Texas Angler Recognition Program 2019

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The Texas Parks and Wildlife Department (TPWD) Angler Recognition Program recognizes fishing excellence by maintaining the fish record lists for all public and private water bodies across the state.

Launched in 1971, the program has continued to grow every year. 2019 was no exception with anglers receiving more than 638 official awards for their big fish.

“With 47 new state fishing records and 434 new waterbody records set at lakes, rivers and bays across the state, it’s clear that 2019 was a great year for fishing in Texas,” said Ron Smith, TPWD Angler Recognition Program director.

Anglers can submit their water body or state record-setting fish in a variety of categories, including freshwater and saltwater; all ages and junior; weight and length; and the method of catch, including rod and reel, fly rod, bow fishing, other methods, and catch and release.

Junior anglers under 17 set 14 state records and 108 water body records in 2019. A few notable junior records include the junior state freshwater rod and reel record largemouth bass caught by Gavin Mikeska at Oak Creek Lake and the junior state freshwater rod and reel record blue catfish caught by Brayden Rogers at Lake Tawakoni.

All-ages anglers set 33 state records and 326 water body records in 2019. Some notable all-ages records set in 2019 include the state freshwater fly fishing record Alabama bass caught by Smith Swinburn at Lake Alan Henry and the state freshwater fly fishing record bowfin caught by Stavros Cotsoradis at Lake Conroe.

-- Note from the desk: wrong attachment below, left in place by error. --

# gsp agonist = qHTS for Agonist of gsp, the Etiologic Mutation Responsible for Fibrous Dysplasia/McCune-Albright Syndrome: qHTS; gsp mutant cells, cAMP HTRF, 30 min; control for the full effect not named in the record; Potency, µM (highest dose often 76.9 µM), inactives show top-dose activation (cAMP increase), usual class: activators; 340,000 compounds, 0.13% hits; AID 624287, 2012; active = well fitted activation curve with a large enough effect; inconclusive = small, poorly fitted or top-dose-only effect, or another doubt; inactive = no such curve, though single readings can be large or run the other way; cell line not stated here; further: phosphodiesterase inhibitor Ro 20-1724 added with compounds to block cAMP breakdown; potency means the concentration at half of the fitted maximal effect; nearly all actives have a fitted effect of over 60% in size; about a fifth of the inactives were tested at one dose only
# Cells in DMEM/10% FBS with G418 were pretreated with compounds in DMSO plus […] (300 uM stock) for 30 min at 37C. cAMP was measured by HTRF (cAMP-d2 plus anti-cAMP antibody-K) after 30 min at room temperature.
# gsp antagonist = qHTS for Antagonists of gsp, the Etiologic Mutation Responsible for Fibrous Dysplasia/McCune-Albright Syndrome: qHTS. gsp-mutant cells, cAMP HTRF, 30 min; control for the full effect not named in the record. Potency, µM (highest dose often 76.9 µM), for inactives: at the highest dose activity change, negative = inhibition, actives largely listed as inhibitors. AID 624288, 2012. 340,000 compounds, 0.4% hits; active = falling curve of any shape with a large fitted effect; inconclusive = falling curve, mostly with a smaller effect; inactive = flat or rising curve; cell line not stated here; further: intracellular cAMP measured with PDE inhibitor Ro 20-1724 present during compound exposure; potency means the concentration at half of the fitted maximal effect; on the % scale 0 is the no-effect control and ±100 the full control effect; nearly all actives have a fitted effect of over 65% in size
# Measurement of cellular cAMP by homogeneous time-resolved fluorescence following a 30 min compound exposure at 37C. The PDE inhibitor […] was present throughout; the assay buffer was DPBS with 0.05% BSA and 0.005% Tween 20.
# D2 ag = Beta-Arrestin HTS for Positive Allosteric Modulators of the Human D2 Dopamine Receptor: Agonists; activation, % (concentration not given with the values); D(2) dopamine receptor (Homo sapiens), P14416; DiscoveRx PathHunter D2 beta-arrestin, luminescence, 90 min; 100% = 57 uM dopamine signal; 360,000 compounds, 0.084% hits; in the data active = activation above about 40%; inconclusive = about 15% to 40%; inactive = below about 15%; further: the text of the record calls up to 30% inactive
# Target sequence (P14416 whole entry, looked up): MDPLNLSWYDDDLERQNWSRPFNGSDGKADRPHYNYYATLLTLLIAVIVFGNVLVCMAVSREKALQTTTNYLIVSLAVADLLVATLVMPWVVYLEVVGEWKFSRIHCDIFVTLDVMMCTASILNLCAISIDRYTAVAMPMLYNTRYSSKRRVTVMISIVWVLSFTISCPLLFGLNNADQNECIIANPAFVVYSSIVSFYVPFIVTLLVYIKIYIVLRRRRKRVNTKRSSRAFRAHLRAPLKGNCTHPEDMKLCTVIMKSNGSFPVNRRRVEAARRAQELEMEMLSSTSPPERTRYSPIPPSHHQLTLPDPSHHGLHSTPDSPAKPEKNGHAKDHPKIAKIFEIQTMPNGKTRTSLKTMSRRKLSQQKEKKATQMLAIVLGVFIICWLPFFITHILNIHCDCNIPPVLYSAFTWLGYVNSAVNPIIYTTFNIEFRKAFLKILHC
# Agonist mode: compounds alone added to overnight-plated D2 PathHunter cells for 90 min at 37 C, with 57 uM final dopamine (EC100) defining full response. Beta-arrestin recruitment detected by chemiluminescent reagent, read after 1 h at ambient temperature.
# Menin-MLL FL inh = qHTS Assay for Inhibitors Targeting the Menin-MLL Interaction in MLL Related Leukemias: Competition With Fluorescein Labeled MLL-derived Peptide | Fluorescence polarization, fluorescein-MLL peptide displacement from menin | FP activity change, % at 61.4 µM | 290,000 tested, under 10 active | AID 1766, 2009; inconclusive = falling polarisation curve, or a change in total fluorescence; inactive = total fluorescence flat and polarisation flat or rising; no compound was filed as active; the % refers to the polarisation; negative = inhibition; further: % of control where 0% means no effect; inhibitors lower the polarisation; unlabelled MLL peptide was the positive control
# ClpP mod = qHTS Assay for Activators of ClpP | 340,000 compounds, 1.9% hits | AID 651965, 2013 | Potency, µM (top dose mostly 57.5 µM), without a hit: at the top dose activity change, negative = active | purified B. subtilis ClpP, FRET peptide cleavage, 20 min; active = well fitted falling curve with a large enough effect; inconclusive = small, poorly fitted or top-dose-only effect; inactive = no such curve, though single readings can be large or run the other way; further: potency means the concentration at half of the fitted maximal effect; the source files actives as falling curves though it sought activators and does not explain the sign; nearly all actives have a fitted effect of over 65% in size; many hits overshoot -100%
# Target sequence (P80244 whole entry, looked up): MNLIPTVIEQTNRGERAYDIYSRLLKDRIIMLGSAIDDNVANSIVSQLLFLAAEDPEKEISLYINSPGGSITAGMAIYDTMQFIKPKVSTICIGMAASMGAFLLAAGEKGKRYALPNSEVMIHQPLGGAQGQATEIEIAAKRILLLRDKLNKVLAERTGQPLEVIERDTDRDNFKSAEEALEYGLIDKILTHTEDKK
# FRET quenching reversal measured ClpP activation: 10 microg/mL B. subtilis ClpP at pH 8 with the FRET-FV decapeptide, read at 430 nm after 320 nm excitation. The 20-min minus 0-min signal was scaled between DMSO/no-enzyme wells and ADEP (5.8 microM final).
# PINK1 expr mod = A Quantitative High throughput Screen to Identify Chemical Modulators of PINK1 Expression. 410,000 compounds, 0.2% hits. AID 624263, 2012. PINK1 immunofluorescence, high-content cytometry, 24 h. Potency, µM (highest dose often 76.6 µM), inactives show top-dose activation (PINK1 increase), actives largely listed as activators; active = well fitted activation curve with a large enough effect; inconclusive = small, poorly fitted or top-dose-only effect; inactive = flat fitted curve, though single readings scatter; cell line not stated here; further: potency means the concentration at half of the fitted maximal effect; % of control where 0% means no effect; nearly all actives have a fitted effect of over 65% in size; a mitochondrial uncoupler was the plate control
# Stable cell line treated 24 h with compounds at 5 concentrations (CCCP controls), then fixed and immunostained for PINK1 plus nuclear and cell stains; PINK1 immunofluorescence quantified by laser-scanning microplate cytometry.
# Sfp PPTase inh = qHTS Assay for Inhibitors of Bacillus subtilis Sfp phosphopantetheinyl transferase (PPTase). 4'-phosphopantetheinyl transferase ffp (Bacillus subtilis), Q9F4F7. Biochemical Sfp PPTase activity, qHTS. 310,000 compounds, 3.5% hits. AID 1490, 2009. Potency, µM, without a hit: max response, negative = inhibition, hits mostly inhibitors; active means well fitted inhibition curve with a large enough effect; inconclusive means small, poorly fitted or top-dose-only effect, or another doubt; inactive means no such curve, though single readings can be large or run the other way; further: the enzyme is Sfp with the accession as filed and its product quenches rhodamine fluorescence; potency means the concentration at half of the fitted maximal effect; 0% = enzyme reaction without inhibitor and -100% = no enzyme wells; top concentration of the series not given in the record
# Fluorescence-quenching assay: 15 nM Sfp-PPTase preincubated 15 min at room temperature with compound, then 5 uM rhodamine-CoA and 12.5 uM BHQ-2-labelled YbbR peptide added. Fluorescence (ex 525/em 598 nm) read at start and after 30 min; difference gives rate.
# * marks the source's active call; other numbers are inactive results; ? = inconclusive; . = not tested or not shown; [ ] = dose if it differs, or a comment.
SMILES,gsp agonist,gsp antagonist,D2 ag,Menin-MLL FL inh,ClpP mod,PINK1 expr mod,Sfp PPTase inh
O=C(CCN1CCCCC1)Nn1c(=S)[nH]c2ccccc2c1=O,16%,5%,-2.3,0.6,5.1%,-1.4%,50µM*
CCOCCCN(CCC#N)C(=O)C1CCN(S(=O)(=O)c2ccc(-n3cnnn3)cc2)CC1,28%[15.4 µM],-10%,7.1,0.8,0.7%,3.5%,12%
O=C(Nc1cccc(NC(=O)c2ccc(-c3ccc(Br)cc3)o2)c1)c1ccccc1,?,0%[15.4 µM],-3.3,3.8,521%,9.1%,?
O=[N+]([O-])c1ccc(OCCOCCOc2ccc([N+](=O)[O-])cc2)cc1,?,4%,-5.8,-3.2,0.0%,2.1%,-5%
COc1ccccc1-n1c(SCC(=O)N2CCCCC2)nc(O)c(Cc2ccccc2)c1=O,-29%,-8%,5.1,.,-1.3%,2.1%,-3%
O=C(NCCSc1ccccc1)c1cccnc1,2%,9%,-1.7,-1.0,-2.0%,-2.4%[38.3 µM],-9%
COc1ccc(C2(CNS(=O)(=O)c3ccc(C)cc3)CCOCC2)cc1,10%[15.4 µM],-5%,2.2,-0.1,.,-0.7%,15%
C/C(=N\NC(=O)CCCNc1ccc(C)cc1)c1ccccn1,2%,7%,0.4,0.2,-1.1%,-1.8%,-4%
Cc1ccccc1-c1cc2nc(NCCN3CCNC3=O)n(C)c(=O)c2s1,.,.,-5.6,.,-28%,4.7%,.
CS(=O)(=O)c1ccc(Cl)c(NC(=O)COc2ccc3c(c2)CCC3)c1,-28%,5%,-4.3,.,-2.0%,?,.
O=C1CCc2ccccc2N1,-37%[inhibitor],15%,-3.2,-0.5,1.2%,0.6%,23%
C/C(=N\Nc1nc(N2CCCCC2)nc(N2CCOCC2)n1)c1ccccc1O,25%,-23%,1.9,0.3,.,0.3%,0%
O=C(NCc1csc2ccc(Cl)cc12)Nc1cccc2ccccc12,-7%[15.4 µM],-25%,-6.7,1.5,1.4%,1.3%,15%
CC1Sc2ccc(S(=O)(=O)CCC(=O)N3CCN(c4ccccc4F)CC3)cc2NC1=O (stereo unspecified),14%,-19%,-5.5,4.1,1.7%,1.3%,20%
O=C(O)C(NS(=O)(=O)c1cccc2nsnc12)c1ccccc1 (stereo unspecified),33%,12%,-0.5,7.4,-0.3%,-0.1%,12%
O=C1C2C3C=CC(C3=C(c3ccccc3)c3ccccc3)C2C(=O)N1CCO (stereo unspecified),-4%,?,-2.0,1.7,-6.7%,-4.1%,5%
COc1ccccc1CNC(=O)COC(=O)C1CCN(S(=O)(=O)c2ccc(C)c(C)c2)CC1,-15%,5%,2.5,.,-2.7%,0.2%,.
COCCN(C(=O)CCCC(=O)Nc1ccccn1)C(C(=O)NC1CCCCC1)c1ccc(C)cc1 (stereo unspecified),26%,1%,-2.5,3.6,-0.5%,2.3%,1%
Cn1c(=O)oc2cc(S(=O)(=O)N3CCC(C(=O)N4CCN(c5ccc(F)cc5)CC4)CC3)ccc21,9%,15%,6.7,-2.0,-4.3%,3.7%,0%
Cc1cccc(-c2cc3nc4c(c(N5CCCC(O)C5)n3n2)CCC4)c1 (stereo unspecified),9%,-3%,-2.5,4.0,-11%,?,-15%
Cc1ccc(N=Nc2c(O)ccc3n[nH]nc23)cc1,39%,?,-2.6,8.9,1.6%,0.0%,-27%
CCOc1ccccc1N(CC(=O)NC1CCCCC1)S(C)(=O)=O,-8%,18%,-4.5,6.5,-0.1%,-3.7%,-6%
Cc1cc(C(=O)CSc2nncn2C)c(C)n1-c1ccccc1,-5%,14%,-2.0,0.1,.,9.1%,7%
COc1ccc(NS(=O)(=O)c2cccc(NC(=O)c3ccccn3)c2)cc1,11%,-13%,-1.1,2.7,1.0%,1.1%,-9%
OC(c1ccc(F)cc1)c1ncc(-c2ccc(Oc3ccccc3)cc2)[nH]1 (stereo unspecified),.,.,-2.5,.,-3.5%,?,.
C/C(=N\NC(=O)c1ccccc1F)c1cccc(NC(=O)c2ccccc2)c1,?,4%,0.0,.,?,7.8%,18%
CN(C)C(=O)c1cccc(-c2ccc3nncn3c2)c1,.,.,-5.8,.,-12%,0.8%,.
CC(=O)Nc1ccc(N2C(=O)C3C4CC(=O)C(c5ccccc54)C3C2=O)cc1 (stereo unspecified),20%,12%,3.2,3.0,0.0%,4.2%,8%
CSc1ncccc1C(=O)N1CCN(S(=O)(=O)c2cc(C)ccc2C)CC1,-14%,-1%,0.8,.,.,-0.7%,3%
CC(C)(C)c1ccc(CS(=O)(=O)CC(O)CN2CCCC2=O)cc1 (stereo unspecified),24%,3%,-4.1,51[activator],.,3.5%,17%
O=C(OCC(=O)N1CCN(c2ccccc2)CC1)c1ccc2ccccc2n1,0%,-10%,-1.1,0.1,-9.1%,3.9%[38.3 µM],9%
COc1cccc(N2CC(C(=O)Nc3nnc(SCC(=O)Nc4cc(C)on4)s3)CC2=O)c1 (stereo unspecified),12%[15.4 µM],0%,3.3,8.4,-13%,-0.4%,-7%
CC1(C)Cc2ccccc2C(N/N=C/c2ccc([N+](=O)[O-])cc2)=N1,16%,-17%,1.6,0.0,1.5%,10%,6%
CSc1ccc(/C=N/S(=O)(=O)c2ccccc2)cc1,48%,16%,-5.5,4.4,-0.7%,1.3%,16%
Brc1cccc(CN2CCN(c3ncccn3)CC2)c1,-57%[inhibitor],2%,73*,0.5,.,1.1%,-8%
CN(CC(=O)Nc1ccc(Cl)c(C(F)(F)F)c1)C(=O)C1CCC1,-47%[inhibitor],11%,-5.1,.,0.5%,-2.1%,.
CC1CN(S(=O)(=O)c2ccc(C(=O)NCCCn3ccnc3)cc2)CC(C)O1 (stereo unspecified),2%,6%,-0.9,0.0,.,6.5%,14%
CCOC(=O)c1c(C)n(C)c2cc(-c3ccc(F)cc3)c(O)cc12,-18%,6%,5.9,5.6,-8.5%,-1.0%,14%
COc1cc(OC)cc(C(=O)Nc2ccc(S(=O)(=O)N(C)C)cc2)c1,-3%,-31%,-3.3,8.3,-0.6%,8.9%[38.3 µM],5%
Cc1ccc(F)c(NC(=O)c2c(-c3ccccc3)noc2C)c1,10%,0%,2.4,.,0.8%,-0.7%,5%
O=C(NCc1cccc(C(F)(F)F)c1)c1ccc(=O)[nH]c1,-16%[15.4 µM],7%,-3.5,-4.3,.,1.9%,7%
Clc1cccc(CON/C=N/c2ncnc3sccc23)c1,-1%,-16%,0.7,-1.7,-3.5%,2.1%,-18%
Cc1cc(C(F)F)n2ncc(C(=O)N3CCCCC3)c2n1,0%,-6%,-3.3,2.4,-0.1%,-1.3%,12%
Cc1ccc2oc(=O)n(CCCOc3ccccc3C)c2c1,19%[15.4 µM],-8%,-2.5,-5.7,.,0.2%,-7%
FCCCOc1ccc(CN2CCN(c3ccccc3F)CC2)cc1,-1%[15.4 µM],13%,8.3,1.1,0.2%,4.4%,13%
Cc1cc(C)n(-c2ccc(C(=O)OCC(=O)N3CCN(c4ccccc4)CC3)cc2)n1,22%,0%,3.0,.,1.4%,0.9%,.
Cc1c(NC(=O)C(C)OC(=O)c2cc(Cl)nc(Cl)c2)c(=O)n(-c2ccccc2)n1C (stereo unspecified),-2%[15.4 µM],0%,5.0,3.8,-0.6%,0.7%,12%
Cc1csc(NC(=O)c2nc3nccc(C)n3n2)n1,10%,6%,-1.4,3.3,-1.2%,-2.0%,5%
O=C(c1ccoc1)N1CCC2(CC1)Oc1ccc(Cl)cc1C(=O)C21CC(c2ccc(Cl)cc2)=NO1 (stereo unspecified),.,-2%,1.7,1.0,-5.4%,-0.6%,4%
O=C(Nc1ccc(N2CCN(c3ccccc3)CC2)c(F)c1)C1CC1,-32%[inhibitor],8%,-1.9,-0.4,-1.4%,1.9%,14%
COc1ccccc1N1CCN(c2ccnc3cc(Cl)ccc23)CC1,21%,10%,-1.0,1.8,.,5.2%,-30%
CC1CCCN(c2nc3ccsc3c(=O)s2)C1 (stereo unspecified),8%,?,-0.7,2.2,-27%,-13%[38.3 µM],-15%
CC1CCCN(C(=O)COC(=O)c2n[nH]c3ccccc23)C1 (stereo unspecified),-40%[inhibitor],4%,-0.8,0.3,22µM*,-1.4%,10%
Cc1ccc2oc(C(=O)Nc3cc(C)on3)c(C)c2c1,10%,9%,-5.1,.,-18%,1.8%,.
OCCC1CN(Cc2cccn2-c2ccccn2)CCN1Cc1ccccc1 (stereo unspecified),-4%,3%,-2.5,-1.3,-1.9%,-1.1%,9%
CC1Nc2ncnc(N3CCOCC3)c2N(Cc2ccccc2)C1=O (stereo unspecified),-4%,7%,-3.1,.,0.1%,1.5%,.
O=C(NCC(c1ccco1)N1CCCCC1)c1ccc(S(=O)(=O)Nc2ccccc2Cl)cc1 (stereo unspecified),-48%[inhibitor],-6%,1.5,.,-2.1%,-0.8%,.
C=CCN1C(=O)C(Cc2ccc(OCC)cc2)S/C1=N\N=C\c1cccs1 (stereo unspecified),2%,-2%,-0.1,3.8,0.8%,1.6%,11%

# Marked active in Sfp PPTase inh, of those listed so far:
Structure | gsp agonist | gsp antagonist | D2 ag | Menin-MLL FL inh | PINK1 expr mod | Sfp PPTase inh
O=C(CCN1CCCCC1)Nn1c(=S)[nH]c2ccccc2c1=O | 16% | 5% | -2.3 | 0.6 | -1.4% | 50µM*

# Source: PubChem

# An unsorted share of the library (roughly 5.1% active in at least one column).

Even though not every fish qualifies as a waterbody or state record, anglers can still submit and receive special recognition for their catches.

In 2019, 48 anglers submitted their first catch to the program for the First Fish Award; 57 received the Outstanding Angler Award for their special catch; and 261 received a Big Fish Award for catching a fish that met the minimum length requirement for the species.

To participate in the program, anglers should become familiar with the rules to ensure they submit a complete application. In addition to locating a certified scale, anglers should learn to properly measure a fish and take a camera along to snap the required photos.

Anglers should also keep in mind that all fish need to be legally caught in Texas waters and only one person may catch the fish (except for netting or gaffing the fish to bring it into the boat or onto shore).

To search current records, review the types of awards available and learn how to submit your catch, visit the Angler Recognition Program online at www.tpwd.texas.gov/fishawards.

To view and download photos of some of the record-setting fish caught in 2019, visit the TPWD Flickr page at (https://flic.kr/s/aHsmK5Engw)

source: Texas Parks and Wildlife Department

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